But as time went on, and I started sharing my work on a broader array of social networks, the amount of attention a work got, or didn’t get, began working its way into my idea-evaluation mindset. I cared more about what things meant, and how they might be perceived—or received. I’d think “a face, except the features are knobs and dials!” and get excited about the prospect, and then remember that the last one of those I shared didn’t get as many likes as the others. I wasn’t keeping a spreadsheet, but when you see audience reactions to your work in real-time, you inevitably develop a sense for what “popular” is or isn’t.
And popularity, in whatever relative form it takes, is a corrupting influence worse than money. X likes/shares was great. Y was average. I was more and more worried about Z, and it was affecting my work. I’d sworn to whoever asked—friends, interviewers, random people on the internet—that my sole criteria for selecting ideas was whatever I wanted to work on, and I realized that that was no longer true. The problem wasn’t that I didn’t have ideas; it was that I was dismissing all the ideas I did have because I thought they were non-meaningful—and, worse, potentially unpopular.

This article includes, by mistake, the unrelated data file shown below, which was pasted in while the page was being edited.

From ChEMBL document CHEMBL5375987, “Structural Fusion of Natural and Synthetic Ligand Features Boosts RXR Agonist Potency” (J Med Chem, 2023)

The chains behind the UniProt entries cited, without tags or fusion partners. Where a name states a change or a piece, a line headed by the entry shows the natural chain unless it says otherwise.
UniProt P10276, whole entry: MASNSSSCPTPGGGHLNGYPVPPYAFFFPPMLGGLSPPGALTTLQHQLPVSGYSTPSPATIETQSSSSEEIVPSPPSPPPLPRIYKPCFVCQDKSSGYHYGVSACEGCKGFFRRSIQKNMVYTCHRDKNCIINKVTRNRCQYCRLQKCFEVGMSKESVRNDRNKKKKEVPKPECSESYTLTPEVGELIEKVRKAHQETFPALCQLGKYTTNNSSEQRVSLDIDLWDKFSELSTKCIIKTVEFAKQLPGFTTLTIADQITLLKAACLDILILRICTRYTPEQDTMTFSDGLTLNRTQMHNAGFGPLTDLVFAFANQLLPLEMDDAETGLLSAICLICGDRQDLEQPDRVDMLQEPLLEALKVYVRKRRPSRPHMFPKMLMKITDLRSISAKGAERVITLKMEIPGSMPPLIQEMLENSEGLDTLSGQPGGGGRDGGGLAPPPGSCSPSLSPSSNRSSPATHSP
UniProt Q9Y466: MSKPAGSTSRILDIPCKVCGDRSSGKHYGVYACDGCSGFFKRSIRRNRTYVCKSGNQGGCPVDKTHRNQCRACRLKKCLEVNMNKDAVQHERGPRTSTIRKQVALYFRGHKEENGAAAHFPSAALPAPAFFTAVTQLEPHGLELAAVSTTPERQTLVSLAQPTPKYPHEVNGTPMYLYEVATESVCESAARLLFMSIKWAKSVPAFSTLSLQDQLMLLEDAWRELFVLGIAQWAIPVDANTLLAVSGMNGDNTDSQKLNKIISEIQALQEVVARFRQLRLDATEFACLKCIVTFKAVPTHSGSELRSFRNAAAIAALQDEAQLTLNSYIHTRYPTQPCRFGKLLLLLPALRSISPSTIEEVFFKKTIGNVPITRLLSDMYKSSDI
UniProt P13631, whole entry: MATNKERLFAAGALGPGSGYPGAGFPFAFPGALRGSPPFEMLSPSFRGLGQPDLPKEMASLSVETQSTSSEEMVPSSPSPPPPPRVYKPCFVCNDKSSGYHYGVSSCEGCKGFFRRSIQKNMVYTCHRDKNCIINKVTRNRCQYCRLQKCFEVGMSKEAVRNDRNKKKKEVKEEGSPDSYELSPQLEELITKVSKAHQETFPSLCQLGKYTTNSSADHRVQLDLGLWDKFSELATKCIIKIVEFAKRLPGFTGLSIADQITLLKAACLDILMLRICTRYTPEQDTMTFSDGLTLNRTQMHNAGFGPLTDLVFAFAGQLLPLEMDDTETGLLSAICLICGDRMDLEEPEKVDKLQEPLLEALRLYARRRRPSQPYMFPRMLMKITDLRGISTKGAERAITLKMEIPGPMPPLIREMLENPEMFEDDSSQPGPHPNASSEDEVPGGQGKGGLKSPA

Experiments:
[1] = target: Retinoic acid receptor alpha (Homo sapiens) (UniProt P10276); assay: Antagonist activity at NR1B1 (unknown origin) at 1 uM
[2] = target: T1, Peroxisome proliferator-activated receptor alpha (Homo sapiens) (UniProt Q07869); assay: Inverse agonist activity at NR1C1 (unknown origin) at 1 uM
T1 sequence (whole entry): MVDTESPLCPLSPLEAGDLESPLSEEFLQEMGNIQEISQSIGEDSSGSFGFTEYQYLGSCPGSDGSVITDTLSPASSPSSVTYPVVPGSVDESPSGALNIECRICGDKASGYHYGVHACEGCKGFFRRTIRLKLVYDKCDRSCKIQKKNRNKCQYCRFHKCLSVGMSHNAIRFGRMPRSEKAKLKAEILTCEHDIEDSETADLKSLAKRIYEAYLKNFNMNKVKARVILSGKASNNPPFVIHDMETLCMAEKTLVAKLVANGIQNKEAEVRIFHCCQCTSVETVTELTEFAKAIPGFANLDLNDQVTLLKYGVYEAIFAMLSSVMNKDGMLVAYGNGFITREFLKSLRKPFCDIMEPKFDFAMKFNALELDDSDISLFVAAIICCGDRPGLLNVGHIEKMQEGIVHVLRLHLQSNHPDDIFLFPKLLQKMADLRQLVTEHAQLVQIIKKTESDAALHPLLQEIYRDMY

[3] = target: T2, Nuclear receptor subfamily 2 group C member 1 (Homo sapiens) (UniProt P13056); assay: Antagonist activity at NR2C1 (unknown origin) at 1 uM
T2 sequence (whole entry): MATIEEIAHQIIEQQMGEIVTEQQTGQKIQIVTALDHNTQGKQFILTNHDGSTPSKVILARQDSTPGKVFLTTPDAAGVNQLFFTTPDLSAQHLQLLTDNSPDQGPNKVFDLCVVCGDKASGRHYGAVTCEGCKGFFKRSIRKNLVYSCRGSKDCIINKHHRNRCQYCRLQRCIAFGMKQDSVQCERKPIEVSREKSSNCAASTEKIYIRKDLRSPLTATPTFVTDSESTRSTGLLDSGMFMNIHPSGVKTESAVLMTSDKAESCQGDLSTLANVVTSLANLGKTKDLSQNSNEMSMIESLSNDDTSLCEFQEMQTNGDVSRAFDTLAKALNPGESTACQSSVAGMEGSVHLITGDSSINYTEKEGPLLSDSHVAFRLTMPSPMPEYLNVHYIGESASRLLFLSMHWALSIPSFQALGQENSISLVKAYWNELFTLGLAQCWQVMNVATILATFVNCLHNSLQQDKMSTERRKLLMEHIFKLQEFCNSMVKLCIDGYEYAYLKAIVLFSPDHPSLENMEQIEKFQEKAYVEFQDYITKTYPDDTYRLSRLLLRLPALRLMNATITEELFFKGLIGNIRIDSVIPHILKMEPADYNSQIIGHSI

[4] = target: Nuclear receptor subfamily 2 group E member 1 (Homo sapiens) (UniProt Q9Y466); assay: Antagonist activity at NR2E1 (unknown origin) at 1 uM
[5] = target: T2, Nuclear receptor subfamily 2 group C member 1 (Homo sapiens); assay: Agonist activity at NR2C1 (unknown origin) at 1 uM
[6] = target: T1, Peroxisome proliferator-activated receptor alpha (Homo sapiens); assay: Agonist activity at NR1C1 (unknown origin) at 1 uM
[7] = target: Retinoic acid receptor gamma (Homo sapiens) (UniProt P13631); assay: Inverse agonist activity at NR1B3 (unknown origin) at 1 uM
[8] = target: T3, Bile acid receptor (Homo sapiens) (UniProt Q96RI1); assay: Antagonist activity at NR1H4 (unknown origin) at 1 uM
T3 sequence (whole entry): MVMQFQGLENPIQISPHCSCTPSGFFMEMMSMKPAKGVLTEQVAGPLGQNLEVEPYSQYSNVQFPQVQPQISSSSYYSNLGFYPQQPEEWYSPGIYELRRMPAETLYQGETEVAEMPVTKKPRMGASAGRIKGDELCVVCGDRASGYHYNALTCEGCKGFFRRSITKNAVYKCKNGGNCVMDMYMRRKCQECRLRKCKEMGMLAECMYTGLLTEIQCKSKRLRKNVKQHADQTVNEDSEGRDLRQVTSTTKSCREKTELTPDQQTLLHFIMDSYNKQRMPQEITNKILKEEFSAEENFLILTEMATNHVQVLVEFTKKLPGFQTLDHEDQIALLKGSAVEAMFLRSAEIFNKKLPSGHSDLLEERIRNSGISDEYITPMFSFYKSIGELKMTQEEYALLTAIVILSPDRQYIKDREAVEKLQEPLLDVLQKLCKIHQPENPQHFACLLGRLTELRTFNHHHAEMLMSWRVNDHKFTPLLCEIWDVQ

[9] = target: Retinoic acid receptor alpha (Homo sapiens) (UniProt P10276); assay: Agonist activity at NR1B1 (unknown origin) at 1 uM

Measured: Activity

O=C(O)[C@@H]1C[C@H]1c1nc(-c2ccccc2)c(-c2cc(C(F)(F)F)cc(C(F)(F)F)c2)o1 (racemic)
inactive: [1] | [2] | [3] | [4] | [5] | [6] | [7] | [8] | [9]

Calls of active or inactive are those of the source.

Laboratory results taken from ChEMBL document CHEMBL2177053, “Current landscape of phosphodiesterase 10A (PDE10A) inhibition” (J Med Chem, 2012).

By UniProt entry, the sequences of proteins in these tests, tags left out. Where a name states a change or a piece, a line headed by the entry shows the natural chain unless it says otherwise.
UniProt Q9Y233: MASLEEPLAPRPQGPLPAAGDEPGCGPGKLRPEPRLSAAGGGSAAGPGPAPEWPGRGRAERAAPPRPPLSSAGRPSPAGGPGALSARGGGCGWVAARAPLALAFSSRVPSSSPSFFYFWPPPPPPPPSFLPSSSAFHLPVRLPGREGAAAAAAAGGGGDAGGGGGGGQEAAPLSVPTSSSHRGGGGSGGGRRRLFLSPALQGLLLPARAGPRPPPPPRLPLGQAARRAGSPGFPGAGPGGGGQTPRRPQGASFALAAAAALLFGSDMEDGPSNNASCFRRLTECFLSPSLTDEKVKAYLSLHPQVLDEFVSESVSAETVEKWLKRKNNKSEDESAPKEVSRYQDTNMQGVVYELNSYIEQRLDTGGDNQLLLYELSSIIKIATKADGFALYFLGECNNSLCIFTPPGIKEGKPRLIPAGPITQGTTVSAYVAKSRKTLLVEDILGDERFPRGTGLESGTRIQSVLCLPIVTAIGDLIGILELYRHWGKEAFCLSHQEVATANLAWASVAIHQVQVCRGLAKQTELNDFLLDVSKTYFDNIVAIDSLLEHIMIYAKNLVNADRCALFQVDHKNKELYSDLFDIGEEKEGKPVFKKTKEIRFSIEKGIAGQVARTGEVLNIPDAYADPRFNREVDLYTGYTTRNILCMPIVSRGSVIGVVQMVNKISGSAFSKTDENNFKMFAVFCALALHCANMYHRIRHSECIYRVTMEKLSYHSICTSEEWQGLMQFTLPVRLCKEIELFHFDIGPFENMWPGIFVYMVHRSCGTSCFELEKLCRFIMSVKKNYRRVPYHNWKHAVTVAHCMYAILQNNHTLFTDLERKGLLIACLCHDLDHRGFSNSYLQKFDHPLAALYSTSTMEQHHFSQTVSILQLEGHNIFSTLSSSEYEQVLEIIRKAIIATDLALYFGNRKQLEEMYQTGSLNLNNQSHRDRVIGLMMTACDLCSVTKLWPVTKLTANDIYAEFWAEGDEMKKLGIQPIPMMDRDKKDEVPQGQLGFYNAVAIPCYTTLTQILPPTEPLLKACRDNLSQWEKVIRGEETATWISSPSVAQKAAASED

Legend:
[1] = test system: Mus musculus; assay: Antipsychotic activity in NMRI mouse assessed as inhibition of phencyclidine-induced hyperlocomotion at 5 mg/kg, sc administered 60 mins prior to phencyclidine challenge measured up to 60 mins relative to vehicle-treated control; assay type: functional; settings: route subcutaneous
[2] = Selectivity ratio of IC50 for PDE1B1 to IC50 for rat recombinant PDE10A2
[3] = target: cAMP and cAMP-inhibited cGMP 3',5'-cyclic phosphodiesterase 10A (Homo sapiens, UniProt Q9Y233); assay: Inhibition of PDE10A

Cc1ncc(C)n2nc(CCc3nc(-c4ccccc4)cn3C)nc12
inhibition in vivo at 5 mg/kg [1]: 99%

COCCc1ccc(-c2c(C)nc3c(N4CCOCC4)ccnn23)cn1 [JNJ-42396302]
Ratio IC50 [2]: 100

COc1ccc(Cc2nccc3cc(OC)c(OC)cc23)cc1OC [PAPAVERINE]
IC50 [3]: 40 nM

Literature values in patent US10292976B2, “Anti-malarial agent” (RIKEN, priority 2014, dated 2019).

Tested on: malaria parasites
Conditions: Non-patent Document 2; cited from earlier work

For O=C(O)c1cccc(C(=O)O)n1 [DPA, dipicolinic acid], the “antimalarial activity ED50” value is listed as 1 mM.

You can see it in the work. Take a look at what I was drawing on August 4, 2023—the day Jen sent me that article. There are some exceptions to the work I was doing during this period, but on the whole, the colors are more muted, more pastel. I hadn’t thought about this at the time, but it’s a literal representation of where my mind was. They’re “beautiful and everything”, as John Currin might have put it, but the energy—the color—is no longer there.